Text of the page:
21-Year-Old Launches Vegan Restaurant To Prove Healthy Food Isn’t Just For The Rich


By  Amanda Froelich Truth Theory

Most people are aware they need to eat healthier. The problem is, superfood beverages and to-go salads are expensive. For those who don’t have $20 to spend on a Whole Foods salad or $10 to splurge on a juice, nutrient-dense meals can be hard to come by. That’s why 21-year-old  Francesca “Sol” Chaney founded Sol Sip, a vegan restaurant that is affordable and healthy.

The full-time student is on a mission to provide delicious and nutritious food to the inner-city community in Brooklyn. As a city dweller, she has worked three jobs. So, she can relate to the struggles many people face when looking for food.

The entrepreneur believes many people want to eat healthy, but can’t due to their fixed incomes. “The wellness community can be really classist,” Chaney told Essence. “Our intention [with Sol Sips] is to make organic plant-based beverage and bites available to everyone,” Chaney added.

The 21-year-old has been incorporating wellness practices into her life for years. Not only has she worked at an apothecary and wellness center, she has been a full-spectrum doula for the past three years. “In many Black, Indigenous and Eastern communities it’s a tradition to meditate, grow your own food, create medicinal concoctions and facilitating healing rituals, yet many of the same communities have been ostracized for a very long time,” said Chaney.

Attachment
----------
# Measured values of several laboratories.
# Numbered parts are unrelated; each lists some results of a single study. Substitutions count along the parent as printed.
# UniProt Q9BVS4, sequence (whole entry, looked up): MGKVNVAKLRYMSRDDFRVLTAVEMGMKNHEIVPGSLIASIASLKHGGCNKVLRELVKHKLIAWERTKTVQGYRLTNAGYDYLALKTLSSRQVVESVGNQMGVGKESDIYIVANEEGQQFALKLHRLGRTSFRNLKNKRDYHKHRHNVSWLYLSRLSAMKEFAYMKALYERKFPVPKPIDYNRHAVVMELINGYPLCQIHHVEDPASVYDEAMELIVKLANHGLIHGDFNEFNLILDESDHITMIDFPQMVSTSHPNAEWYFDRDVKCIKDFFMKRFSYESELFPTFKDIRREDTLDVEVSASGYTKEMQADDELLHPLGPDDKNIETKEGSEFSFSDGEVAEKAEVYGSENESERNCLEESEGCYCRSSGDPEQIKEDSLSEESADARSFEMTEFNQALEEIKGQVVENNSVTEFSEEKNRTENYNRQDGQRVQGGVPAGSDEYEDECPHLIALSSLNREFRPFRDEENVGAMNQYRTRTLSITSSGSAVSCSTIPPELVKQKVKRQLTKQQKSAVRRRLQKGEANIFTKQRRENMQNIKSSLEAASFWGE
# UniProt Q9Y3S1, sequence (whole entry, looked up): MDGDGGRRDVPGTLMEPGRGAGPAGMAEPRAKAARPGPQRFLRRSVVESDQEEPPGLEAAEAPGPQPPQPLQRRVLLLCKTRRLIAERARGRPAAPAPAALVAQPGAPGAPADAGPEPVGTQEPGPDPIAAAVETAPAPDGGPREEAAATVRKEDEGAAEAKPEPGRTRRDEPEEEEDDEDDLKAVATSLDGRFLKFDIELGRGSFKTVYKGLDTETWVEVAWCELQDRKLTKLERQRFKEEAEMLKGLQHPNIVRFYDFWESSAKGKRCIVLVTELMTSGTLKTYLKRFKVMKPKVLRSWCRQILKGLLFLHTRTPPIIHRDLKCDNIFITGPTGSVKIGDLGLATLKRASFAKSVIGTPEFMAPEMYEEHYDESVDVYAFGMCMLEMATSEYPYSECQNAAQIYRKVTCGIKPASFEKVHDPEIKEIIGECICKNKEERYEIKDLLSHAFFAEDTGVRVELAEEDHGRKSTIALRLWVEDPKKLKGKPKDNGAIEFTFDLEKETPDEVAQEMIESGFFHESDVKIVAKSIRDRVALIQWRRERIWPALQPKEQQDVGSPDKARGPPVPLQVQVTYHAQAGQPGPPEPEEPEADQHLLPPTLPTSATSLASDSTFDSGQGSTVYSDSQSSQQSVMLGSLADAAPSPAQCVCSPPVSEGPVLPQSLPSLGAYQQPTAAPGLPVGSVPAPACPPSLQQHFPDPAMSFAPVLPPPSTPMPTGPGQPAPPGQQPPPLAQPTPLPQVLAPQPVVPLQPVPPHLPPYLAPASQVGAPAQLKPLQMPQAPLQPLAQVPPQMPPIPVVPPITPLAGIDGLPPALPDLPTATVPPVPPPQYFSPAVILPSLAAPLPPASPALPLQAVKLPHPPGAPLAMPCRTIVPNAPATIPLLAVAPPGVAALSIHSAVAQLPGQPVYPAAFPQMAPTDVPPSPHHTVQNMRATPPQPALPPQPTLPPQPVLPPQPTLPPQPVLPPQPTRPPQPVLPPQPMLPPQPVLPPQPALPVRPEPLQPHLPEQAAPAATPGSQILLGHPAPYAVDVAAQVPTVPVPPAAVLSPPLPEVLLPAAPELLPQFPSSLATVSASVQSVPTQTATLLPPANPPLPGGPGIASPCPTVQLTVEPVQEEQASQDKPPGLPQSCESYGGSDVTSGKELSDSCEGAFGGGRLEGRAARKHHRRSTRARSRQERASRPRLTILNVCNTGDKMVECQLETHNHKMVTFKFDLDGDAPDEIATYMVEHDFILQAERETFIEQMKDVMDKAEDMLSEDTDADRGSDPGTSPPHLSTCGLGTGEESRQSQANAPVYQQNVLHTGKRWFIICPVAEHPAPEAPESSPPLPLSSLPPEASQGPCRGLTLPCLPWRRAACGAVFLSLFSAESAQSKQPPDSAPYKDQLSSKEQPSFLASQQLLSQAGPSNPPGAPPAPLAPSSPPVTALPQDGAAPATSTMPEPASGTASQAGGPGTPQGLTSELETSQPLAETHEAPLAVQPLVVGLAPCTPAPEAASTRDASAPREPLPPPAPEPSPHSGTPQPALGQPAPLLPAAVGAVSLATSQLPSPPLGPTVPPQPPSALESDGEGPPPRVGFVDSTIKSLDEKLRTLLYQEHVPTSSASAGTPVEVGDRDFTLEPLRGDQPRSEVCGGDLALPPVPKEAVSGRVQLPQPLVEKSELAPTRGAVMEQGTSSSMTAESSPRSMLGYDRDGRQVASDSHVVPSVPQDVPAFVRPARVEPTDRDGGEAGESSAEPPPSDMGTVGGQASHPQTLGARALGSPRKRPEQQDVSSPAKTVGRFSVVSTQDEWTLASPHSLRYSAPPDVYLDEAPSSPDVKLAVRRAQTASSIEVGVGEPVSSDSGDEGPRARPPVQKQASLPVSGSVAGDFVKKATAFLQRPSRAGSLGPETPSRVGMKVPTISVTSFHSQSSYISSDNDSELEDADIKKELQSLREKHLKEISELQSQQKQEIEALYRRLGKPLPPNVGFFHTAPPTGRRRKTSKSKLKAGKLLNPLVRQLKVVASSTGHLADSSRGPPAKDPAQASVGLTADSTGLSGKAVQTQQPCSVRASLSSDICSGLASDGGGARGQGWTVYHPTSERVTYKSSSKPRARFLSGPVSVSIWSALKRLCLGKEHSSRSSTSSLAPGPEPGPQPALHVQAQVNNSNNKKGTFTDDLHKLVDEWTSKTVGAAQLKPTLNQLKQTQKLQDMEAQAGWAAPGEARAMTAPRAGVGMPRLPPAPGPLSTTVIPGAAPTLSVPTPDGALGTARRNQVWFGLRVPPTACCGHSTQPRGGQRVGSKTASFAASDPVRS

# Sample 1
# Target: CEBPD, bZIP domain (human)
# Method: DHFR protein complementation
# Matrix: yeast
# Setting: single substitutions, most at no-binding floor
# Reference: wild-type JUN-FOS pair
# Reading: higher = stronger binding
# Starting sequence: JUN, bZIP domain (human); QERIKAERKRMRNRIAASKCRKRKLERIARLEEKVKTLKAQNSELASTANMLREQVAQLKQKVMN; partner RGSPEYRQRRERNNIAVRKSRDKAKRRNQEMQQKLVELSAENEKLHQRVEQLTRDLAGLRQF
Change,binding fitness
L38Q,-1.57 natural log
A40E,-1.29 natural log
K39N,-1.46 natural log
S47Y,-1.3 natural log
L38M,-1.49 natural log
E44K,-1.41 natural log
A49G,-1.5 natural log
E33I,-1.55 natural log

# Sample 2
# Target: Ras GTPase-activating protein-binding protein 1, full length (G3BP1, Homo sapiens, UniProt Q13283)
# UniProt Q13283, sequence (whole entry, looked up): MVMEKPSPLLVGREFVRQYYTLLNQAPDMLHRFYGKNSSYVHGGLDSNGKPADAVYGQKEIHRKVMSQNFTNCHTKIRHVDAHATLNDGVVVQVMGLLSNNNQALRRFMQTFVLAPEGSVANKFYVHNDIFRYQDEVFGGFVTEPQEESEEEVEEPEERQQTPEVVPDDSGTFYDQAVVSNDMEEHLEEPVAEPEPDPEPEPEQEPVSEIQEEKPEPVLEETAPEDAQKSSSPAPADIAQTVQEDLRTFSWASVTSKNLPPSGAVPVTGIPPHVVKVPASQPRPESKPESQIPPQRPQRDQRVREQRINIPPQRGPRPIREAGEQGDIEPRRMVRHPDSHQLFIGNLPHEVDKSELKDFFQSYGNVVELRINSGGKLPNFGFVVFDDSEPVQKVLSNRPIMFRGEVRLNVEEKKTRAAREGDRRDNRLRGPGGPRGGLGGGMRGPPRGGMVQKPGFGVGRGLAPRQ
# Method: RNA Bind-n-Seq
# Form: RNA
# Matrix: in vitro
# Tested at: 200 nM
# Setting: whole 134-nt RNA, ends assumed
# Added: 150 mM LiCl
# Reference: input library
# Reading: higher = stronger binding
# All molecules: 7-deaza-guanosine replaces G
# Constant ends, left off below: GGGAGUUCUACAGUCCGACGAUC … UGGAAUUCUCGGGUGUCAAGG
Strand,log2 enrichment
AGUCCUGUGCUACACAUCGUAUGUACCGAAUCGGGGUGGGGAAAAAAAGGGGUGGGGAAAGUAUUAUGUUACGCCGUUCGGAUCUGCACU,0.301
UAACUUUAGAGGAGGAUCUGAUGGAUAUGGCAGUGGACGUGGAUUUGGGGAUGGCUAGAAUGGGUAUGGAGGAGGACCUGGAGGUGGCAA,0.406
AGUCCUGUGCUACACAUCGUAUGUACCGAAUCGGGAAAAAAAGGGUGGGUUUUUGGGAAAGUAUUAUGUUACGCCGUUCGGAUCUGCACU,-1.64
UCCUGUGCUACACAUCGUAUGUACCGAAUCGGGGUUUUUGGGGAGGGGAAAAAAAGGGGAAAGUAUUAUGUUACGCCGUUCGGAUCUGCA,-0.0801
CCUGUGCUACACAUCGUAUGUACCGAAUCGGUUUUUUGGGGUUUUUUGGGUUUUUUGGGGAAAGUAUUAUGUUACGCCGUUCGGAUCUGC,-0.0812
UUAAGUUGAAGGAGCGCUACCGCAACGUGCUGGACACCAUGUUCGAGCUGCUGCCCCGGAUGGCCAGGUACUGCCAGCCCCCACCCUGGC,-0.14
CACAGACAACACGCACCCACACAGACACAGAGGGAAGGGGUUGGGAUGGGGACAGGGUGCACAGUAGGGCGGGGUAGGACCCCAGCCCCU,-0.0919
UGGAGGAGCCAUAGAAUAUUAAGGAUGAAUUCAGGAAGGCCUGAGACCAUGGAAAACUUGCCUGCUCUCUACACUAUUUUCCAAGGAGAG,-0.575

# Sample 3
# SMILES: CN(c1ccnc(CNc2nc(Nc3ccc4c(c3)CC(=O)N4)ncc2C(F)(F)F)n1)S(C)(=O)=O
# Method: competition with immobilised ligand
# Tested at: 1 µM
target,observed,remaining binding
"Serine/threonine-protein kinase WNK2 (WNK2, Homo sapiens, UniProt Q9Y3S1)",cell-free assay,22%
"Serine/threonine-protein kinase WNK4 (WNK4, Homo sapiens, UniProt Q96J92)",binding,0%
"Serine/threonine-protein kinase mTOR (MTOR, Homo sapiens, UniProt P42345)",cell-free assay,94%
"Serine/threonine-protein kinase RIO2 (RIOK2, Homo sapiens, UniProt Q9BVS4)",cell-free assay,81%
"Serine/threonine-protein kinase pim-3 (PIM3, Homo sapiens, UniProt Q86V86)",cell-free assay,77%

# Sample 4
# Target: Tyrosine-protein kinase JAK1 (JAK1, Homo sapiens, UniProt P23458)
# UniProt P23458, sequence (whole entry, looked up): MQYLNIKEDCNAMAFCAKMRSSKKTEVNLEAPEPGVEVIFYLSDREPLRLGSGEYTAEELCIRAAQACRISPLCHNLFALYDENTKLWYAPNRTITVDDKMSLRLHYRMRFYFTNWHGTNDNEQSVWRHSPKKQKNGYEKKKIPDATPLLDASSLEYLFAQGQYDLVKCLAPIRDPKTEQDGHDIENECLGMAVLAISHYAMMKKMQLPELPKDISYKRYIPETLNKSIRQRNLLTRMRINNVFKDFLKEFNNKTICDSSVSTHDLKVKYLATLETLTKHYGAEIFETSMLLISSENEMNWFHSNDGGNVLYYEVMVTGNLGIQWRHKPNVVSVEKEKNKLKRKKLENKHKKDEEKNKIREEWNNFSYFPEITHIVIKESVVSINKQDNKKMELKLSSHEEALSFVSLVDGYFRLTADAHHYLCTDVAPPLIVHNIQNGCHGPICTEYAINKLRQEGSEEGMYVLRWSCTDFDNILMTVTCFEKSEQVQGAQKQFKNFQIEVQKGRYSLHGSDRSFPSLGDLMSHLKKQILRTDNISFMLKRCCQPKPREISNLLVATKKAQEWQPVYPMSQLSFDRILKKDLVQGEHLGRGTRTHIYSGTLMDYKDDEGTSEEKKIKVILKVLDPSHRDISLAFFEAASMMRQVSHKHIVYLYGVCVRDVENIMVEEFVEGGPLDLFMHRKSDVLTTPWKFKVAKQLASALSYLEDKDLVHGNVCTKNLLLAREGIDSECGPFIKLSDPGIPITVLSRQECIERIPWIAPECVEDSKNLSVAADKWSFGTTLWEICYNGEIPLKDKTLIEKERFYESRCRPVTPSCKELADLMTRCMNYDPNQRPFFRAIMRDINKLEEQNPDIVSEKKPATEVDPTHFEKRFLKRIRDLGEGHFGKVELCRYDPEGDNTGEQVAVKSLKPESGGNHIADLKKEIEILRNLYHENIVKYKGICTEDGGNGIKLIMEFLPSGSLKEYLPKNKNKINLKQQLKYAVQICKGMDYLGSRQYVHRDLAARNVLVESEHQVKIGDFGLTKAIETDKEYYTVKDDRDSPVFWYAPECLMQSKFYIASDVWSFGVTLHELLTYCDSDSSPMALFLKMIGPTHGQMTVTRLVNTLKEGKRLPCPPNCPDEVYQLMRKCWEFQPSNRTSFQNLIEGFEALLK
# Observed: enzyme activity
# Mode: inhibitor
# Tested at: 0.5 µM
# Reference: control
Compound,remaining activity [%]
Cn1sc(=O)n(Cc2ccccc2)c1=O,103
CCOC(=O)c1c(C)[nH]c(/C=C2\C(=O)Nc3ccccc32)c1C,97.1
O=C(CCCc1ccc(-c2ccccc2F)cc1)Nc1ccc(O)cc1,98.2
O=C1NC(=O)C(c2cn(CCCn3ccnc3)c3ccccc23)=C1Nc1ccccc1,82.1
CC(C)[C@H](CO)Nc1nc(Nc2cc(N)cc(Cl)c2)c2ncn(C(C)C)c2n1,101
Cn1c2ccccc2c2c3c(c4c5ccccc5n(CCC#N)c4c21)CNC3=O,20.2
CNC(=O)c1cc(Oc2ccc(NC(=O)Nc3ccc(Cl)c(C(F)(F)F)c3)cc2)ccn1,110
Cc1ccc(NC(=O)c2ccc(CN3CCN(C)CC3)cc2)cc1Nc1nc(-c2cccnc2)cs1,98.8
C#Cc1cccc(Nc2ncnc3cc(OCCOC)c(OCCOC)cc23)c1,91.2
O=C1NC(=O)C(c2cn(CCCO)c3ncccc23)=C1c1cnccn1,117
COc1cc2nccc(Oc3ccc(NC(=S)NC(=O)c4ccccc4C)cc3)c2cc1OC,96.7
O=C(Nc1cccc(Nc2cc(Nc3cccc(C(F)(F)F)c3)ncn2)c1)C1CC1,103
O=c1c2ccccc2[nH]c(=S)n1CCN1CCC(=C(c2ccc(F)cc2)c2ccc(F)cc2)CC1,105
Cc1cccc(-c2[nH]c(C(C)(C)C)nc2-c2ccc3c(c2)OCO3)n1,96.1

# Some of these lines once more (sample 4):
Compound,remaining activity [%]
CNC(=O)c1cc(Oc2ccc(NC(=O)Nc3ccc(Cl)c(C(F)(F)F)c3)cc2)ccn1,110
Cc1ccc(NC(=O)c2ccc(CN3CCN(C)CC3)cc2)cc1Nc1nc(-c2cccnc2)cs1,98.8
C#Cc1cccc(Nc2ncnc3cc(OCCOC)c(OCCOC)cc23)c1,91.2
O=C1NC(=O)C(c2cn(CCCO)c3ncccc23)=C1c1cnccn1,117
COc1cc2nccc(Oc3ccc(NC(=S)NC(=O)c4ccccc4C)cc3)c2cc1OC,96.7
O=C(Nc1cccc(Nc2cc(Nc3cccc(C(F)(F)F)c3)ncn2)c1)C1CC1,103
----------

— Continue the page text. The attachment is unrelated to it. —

Most of the items at Sol Sip are made with four ingredients are less. The simplicity reduces costs and ensures healthiness. At present, the restaurant offers a monthly sliding scale brunch. A full meal with a beverage costs between $7-$15. “My mission to help close the accessibility gap in wellness,” said Chaney.

The young, black entrepreneur says her greatest challenge has been securing funding to expand Sol Sips. “I’m also challenged with finding innovative ways to grow my community through my business in a way where it’s a win/win for the business and my community,” she said.

While these are deterrents, Chaney is more determined than ever. “I look forward to launching our farm-to-table initiative and creating a Sol Sips internship program for Black and brown girls in East NY, Brownsville, Bushwick and Bedstuy,” she said.

If you would like to support Chaney’s vision and help close the accessibility gap in wellness, consider donating to the GoFundMe for Sol Sips. You can find Sol Sips at 203 Wilson Ave in Brooklyn, New York.

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